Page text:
It's never too early to learn about yak shaving: What Russian folk tales can teach about life and technology
Toddlers love to read the same book over and over again: it helps them learn language and gives them a small sense of security, comfort, predictability, and mastery over even a small part of the confusing world around them. While helpful for them, it can drive parents crazy (or lead them to come up with ridiculous premises for blog posts).
Yesterday my toddler insisted on my reading for the fifth time (that day) the Russian folk tale "Петушок и бобовое зёрнышко," or "The Rooster and the Bean." (Click those links to read the tale in the respective language.)
The gist of the story is that this poor rooster who is always rushing chokes on a bean, and in order to save his life, a chicken needs to solve one problem after another in an endless cascade of sub-tasks which finally allow her to save the rooster's life in the end.
The story teaches (at least) three obvious lessons. First, don't rush while eating (or in general). Second, accomplishing things in life (or getting anything non-trivial like a "project" done for that matter) is going to be much more complicated and involve a lot more dependent steps completed first. And third, often many other people will be involved whose help you will need in order to get what you want done.
But for me personally, I secretly got a kick out of reading the story because it also teaches a valuable lesson about technology development. When I was at Google, there were many times I tried to do something seemingly quite simple ("just change the color over here" or "just move this piece of code from here to here"), and it required 5+ steps of dependent work (refactoring, renaming, moving, etc.) to be completed in series before the final trivial change/fix could be made. I learned from a teammate that this is generally called "yak shaving," which refers to the seemingly endless series of useless activities which, by allowing you to overcome intermediate difficulties, allow you to solve a larger problem [Sources: 1, 2, 3].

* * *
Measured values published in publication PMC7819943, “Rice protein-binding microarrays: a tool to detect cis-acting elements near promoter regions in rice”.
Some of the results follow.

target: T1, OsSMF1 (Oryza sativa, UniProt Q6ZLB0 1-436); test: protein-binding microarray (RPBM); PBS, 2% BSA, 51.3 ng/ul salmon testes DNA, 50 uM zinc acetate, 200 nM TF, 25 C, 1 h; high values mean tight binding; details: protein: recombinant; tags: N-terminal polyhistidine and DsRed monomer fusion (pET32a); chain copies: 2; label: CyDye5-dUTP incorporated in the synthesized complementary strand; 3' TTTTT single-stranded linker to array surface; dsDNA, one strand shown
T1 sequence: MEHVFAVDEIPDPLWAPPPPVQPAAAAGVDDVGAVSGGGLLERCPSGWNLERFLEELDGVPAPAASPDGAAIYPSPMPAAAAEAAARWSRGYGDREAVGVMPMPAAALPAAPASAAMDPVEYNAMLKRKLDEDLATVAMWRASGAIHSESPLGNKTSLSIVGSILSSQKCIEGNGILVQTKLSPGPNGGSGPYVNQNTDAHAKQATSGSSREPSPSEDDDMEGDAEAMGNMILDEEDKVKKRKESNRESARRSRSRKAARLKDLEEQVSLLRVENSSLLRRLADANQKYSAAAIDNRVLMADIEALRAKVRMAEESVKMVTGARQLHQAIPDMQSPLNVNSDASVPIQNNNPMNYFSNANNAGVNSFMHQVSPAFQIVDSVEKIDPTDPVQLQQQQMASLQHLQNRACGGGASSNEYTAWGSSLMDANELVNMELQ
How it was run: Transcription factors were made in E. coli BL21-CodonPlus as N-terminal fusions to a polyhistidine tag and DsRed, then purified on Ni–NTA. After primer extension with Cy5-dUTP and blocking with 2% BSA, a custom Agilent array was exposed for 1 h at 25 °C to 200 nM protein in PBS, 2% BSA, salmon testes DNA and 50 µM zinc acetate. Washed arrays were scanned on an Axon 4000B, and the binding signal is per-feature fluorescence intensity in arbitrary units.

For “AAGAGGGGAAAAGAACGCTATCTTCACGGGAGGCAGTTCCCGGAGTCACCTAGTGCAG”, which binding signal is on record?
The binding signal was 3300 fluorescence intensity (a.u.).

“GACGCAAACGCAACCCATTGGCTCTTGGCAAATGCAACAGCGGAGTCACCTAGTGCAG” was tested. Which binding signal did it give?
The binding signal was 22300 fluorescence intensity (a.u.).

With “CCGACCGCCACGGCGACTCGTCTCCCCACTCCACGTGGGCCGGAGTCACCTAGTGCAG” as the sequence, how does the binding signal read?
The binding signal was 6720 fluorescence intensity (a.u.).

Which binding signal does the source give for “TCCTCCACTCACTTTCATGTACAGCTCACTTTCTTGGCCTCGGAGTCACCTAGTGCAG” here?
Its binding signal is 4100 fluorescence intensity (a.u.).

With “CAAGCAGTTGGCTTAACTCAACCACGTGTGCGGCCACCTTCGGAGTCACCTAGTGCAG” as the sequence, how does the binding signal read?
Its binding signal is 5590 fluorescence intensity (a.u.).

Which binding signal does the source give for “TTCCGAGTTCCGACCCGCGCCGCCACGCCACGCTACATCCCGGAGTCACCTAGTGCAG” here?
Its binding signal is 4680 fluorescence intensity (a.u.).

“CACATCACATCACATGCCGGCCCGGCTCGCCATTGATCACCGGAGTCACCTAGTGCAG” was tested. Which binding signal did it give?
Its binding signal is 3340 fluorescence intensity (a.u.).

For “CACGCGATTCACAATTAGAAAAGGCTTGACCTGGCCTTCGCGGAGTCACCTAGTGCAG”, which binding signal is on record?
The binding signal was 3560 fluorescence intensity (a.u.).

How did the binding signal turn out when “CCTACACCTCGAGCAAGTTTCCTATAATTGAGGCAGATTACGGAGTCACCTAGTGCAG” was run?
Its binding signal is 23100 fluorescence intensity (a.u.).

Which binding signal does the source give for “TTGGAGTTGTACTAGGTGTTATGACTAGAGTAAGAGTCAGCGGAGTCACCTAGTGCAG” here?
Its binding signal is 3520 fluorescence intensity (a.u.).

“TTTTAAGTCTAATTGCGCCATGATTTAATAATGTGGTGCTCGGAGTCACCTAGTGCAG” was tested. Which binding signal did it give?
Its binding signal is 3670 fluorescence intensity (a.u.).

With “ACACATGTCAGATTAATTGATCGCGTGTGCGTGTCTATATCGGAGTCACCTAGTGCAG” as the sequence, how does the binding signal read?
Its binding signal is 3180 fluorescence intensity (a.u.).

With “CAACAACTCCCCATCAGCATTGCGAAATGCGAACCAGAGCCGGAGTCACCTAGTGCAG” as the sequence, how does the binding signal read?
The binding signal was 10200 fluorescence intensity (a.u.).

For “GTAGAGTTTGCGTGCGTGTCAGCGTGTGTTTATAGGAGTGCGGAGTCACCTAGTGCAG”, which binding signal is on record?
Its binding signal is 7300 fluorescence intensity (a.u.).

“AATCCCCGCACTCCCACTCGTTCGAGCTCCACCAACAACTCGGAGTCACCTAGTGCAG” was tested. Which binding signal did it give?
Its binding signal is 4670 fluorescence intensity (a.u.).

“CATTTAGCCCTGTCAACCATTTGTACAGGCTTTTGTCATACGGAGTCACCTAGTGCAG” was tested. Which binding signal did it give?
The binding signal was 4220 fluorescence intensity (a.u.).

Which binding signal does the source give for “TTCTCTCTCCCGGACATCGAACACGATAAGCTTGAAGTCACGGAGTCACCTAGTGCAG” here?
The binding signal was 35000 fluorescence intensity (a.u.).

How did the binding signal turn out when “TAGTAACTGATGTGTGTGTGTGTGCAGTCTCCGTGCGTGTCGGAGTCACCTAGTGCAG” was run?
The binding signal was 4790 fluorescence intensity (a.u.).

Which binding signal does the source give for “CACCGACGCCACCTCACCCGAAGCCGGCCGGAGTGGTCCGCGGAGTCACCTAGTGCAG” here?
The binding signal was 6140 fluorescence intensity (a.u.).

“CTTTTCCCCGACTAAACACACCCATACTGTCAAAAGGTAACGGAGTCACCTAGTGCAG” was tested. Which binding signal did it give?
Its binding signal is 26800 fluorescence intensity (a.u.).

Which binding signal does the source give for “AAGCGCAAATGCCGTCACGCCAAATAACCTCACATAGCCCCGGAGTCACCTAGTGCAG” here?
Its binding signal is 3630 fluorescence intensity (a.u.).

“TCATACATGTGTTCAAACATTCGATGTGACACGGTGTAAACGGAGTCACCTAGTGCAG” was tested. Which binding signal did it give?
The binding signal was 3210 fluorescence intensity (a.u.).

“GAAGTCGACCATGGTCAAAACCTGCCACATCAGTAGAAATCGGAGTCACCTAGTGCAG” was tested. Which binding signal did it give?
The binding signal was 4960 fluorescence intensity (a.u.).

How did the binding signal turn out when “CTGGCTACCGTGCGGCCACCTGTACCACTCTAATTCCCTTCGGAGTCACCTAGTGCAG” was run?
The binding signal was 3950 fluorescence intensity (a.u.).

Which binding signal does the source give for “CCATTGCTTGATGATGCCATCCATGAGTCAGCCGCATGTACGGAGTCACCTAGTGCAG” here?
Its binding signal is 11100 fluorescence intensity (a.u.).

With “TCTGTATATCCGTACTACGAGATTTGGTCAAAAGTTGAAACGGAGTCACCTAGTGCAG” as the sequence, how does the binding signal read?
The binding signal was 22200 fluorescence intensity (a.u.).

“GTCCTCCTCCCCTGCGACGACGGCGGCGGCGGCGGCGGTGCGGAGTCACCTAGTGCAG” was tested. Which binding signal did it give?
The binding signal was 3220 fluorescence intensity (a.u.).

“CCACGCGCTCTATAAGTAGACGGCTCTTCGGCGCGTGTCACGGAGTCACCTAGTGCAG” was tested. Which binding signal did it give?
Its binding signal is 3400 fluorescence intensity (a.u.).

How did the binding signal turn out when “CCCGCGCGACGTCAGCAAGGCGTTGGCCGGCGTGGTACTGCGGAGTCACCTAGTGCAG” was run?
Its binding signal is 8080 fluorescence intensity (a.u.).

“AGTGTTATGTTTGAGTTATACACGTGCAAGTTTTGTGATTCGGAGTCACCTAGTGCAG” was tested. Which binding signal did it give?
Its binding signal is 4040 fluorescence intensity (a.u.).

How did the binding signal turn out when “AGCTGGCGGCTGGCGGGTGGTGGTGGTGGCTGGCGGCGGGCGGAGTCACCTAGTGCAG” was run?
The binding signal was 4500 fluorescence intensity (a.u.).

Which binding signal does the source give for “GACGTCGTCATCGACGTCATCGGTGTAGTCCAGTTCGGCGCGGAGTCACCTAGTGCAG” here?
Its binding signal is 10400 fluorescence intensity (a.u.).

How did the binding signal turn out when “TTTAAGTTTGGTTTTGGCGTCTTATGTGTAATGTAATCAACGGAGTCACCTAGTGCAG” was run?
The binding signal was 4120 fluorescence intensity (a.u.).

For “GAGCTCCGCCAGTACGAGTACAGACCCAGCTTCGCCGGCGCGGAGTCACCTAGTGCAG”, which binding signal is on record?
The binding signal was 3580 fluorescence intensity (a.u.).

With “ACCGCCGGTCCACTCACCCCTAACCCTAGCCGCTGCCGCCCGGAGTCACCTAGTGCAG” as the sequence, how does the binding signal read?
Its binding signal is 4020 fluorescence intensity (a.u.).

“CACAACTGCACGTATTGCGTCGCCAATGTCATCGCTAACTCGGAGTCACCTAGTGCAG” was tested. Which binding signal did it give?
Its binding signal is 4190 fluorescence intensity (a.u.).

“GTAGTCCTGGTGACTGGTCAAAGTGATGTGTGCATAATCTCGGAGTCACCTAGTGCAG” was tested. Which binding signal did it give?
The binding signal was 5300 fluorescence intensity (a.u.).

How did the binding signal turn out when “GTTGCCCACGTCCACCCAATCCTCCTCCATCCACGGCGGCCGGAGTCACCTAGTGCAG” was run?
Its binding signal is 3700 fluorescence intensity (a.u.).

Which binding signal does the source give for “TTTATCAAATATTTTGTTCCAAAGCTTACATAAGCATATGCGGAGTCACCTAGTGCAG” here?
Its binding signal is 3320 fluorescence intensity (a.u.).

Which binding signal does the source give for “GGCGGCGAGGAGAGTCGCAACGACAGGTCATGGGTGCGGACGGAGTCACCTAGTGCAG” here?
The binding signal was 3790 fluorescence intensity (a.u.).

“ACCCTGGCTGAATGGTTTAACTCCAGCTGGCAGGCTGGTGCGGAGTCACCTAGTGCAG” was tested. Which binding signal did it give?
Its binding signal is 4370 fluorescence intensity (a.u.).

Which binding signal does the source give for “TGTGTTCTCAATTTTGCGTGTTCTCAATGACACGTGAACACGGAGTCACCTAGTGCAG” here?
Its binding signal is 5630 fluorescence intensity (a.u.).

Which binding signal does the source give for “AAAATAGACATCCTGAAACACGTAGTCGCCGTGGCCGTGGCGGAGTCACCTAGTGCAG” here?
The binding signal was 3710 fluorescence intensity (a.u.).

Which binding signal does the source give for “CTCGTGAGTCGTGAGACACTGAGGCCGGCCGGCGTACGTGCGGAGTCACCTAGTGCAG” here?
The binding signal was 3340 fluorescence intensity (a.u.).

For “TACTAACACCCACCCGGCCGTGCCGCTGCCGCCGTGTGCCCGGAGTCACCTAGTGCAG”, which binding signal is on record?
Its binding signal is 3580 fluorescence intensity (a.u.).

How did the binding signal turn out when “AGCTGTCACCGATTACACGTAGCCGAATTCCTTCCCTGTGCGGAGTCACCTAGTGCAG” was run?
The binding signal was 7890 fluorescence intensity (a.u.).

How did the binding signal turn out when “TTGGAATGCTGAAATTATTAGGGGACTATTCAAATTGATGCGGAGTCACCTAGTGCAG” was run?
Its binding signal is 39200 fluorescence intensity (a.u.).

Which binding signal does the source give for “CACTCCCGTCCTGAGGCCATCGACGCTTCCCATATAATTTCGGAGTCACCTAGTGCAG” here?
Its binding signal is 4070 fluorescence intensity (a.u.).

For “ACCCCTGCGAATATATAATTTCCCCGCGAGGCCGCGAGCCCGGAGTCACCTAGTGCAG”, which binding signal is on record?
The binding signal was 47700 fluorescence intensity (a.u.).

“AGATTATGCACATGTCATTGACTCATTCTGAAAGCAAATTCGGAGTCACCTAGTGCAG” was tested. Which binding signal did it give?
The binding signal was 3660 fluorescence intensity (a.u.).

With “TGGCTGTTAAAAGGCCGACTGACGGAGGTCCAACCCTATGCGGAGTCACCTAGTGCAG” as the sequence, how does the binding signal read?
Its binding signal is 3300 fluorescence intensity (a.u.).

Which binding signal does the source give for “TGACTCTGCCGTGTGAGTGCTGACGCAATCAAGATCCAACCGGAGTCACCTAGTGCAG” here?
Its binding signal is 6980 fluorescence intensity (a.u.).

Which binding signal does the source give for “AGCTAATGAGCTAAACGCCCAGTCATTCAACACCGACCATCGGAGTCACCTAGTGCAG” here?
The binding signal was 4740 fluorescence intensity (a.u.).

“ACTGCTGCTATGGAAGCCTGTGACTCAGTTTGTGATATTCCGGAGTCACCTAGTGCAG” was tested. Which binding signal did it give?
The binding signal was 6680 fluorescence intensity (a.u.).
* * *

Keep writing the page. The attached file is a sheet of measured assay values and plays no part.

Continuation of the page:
And I've experienced the same thing in life and house projects as well: "I just want to install a camera here" devolves into "I need to run power here" which devolves into "I need to rewire, order, and set up a thousand other things first."
I guess it's never too early to learn the lesson that projects are complicated, and getting a big thing done requires patience with lots of steps, which is why this Russian folk tale about the rooster seem to teach this lesson so early on.
If you want to waste any more of your precious life, you can watch the pointless video below of the Ren & Stimpy Show episode about the (pointless) "Yak Shaving Day" that apparently inspired the term "yak shaving."
(I'm finally getting around to posting abbreviated deal memos for the investments I've made so far. I'm following Jason's advice from Angel about posting these online as blog posts. I'm doing this more for my own benefit of analyzing how I make investment decisions and tracking that over time. This also keeps me accountable and allows me to give a small shout out to the team I'm supporting. Below is the first such abbreviated deal memo post of several to come soon.)
I’m really excited to have been able to invest in Cafe X. Based in San Francisco, Cafe X designs, manufactures, and operates Robotic Coffee Bars that serve specialty coffee from local roasters.
The company was started by a founder who loves good coffee but hates waiting in line for it and inefficiency in general. He dropped out of college and sold his car to buy his first robot and start working towards what Cafe X would become. Since that time, he and his team have launched three live locations in SF that have awesome customer reviews. I’m proud to have invested alongside Jason Calacanis, LAUNCH, Khosla Ventures, Social Capital, Felicis Ventures, The Thiel Foundation, Innospring, and Base Ventures.
I’m personally excited about the company because I believe in the potential of robotics to automate work and produce a high-end experience for more people at lower cost. I like that the founder has been able to execute and bring to market a product that has been bringing joy to many repeat customers. It’s not that I believe that a robot is always better than a barista or that I don’t appreciate the craftsmanship of an amazing, handmade product; I just believe that there is great value in the technology that Cafe X is developing and that it can be a great fit in many situations.
Here is recent press coverage on the company:
Curbed, CBS SF, Fast Co. Design, ABC7 News, Barrons, SF Chronicle, MIT Technology Review
What I love:
Here is a video of the Robotic Coffee Bar 2.0 machine that Cafe X launched last week:
One of my favorite books from last year was Angel: How to Invest in Technology Startups--Timeless Advice from an Angel Investor Who Turned $100,000 into $100,000,000 by Jason Calacanis. It was actionable, no-nonsense, and really informative. I loved the crisp and clear framework and suggestions; the reader can agree with them or not, but at least it's practical and direct.
I just started getting my feet wet in angel investing last year, and I plan on spending the next 6 months doing a deep dive into it as a personal experiment for myself to see if I like the process and the work (Jason's motto in the book is "do the work").
Below are my main takeaways and notes on the book. (One telltale sign I liked a book is when my notes Google Doc is 15+ pages long, as it is for this book.)